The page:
Methane from Grand Junction treatment plant will fuel city fleet

Photo: Persigo Wastewater Treatment Plant Grand Junction
Methane that is now mostly burned off at the Persigo Wastewater Treatment Plant in Grand Junction will soon be converted into compressed natural gas.

Methane gas from Grand Junction's wastewater treatment plant will be converted into compressed natural gas for the city's vehicles, officials say.

The $2.8 million project is the first of its kind in Colorado, according to city officials, and it should be online by spring.

On Tuesday, the city held a groundbreaking for the six-mile pipeline that will send the gas from the treatment plant to the city maintenance campus.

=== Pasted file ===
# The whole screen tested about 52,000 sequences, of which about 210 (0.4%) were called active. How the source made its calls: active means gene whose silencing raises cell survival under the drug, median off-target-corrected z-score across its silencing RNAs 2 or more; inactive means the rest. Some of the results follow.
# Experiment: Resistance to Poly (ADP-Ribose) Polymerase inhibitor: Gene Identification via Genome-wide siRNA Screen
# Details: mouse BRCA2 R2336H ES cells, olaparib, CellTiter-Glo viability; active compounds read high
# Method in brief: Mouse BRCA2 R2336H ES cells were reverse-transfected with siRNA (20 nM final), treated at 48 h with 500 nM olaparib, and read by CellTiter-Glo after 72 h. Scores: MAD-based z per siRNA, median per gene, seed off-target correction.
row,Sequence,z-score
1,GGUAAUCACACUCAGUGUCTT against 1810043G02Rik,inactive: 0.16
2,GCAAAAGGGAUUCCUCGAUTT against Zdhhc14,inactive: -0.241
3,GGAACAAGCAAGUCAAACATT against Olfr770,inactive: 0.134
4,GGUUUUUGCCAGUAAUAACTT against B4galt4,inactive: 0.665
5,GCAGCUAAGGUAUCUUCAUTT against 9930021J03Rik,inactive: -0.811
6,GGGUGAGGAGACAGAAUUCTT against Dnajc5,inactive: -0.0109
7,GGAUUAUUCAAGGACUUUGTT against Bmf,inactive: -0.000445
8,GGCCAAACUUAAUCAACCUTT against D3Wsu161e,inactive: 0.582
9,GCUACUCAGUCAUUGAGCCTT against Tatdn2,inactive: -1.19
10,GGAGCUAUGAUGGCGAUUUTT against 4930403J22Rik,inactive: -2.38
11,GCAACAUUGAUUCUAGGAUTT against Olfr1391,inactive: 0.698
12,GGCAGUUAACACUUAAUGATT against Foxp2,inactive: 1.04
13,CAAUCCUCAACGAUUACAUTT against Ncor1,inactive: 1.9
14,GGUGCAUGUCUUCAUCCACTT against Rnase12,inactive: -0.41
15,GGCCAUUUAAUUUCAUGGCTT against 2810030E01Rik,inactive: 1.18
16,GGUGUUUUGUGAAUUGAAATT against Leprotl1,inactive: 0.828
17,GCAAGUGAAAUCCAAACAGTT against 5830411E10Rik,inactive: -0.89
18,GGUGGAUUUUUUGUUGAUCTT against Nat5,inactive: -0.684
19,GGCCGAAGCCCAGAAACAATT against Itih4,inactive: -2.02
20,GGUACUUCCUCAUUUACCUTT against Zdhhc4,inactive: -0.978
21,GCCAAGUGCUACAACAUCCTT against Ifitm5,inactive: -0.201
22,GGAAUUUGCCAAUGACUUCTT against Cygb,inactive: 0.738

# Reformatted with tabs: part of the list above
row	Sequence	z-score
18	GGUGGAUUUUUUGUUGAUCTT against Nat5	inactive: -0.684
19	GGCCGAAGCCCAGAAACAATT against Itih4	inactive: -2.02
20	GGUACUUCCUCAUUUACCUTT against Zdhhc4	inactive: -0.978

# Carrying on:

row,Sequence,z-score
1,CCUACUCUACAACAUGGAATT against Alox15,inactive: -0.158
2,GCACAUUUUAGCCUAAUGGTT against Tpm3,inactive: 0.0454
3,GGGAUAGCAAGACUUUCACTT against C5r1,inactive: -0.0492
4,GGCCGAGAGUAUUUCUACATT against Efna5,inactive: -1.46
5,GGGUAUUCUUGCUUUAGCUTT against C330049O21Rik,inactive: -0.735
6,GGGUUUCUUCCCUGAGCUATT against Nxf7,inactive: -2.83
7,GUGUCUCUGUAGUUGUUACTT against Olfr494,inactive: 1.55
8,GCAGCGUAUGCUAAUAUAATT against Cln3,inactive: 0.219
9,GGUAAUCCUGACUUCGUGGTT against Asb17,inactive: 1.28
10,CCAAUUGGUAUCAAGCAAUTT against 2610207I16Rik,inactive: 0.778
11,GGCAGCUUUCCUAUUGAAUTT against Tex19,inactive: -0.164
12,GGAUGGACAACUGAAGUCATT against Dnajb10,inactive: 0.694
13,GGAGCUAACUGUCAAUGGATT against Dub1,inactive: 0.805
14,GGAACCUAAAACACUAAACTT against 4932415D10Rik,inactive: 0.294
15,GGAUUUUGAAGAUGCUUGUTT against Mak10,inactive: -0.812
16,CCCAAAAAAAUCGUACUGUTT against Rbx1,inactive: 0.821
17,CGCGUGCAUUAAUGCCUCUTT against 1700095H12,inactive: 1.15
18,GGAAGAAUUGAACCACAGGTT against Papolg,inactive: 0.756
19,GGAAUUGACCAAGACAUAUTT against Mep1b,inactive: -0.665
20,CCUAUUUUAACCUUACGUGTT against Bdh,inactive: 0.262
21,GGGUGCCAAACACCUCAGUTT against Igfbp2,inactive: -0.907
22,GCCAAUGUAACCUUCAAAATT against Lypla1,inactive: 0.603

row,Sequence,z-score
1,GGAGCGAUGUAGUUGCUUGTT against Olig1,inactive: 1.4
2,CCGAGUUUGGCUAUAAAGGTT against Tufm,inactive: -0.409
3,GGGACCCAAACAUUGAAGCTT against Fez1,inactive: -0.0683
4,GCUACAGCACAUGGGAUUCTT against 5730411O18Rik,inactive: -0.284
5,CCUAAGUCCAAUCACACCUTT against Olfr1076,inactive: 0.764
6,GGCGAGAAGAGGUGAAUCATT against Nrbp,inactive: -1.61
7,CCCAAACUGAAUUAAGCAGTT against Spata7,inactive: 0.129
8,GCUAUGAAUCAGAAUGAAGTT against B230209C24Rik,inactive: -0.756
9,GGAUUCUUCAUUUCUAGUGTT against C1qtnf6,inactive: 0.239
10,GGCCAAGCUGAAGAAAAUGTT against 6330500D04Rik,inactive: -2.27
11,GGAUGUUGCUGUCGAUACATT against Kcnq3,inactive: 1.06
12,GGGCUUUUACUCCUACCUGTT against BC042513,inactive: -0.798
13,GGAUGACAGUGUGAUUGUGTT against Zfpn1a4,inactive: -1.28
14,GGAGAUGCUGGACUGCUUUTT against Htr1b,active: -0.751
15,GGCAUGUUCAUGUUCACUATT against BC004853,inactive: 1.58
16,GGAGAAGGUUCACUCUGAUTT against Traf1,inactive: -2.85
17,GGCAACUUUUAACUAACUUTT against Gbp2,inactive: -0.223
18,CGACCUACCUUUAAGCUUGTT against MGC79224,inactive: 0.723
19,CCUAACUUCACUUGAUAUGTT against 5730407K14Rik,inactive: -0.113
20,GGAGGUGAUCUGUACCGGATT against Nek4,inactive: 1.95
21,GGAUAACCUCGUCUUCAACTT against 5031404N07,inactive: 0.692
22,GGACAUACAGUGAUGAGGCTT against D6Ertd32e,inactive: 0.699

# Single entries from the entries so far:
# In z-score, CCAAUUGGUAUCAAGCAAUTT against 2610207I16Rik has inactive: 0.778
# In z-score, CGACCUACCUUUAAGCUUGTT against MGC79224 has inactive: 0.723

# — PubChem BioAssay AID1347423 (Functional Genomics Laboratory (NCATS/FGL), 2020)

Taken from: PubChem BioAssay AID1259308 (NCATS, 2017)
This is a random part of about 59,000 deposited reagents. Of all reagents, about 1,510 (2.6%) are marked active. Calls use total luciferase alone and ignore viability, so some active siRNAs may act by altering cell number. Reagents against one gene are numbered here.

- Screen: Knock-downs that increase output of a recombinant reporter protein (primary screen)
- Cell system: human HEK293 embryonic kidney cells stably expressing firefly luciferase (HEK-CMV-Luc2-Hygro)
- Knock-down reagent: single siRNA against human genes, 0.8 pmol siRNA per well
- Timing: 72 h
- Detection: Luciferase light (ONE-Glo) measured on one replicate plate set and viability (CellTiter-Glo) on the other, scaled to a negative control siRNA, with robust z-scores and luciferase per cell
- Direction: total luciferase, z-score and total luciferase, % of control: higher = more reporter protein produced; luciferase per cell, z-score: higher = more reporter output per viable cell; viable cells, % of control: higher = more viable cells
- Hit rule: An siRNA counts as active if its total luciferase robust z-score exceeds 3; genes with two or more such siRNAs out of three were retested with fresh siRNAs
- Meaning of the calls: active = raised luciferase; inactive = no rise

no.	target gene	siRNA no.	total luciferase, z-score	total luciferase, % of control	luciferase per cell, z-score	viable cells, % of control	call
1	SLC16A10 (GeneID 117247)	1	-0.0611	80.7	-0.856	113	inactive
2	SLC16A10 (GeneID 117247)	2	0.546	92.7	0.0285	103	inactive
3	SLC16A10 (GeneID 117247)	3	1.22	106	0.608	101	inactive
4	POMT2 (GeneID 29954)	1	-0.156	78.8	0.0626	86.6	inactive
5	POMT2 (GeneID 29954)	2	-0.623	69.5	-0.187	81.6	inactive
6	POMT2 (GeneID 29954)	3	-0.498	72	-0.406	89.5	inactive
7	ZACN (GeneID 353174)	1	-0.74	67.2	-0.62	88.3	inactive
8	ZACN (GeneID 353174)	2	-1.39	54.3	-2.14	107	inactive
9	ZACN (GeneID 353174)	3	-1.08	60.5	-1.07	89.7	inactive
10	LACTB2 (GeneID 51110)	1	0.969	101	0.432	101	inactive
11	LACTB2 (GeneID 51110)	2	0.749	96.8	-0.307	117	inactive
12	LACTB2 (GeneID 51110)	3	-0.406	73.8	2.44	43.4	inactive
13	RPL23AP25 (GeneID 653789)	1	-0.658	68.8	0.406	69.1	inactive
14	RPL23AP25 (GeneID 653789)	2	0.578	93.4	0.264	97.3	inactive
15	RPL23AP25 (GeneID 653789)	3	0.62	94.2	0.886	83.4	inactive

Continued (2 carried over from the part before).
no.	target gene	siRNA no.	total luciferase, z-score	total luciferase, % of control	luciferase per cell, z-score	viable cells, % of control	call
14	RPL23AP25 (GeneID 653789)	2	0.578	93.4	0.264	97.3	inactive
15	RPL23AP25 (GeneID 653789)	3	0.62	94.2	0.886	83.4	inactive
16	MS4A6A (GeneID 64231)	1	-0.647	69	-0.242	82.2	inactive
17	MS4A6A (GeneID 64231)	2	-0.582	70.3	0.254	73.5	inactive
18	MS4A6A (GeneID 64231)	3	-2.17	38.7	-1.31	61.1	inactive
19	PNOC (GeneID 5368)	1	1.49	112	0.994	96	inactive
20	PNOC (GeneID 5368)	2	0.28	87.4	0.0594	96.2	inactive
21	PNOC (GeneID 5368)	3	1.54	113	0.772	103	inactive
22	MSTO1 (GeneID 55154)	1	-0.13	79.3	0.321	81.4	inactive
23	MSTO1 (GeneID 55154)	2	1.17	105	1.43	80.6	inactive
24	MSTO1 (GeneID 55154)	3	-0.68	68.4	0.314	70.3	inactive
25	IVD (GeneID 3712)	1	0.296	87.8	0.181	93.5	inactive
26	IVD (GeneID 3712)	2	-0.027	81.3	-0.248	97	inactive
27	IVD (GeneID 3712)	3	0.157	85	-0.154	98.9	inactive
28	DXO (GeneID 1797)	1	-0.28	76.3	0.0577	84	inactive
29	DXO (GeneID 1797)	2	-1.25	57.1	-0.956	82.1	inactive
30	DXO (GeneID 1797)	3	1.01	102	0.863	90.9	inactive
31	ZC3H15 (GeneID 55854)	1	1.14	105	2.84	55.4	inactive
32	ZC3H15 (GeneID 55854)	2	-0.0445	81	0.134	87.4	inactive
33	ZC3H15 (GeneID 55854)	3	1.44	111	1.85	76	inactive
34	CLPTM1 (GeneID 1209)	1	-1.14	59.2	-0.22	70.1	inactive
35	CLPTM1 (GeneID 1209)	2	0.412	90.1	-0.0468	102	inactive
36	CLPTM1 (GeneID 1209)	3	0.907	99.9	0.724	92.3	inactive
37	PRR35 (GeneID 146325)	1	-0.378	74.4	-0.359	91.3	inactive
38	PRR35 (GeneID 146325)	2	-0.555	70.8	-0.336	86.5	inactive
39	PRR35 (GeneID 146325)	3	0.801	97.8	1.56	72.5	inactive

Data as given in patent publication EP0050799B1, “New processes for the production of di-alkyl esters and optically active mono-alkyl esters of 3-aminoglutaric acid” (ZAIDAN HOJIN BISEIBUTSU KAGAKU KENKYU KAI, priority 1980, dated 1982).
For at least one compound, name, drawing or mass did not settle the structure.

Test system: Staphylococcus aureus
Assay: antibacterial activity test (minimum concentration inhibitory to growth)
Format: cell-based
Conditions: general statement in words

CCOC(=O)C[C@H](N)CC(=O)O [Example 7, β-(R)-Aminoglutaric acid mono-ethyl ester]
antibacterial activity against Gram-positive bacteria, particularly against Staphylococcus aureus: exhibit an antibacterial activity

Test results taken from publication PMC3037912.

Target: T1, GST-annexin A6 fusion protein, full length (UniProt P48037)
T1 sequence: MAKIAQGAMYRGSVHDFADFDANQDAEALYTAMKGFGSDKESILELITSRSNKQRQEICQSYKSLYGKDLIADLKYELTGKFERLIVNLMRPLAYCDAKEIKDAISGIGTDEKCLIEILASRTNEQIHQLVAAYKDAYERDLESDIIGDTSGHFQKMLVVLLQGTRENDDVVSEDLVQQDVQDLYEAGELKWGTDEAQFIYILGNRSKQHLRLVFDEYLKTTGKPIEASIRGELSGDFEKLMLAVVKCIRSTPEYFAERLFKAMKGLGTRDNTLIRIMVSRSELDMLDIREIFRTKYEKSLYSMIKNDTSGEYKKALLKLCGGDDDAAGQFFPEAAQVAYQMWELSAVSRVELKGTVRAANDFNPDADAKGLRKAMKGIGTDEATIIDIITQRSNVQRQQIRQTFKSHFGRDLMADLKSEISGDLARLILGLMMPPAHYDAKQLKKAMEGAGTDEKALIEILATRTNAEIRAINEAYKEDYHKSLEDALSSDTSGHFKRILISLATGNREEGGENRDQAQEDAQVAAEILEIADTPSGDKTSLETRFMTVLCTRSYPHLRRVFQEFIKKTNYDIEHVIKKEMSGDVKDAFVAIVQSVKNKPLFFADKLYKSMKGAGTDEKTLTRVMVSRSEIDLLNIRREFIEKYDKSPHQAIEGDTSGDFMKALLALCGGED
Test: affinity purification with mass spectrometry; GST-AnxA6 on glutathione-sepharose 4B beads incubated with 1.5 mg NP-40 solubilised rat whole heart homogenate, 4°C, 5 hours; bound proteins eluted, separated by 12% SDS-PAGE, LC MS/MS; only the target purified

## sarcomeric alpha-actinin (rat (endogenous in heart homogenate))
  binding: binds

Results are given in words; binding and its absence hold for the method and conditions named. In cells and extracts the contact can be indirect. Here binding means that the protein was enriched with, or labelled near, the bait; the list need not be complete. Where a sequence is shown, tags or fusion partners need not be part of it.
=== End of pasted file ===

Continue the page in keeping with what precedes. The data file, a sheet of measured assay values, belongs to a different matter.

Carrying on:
Currently, the methane gas is wasted, said Grand Junction’s utility engineer Bret Guillory.

"Right now, the raw methane gas comes off the digester process at the water treatment plant and is just flared, just burned," Guillory said.

Grand Junction plans to convert the methane into compressed natural gas to fuel 38 vehicles and buses.

City money and a half million dollar state grant will pay for the project. A $1.50 per gallon charge on the compressed natural gas will be used to cover infrastructure costs.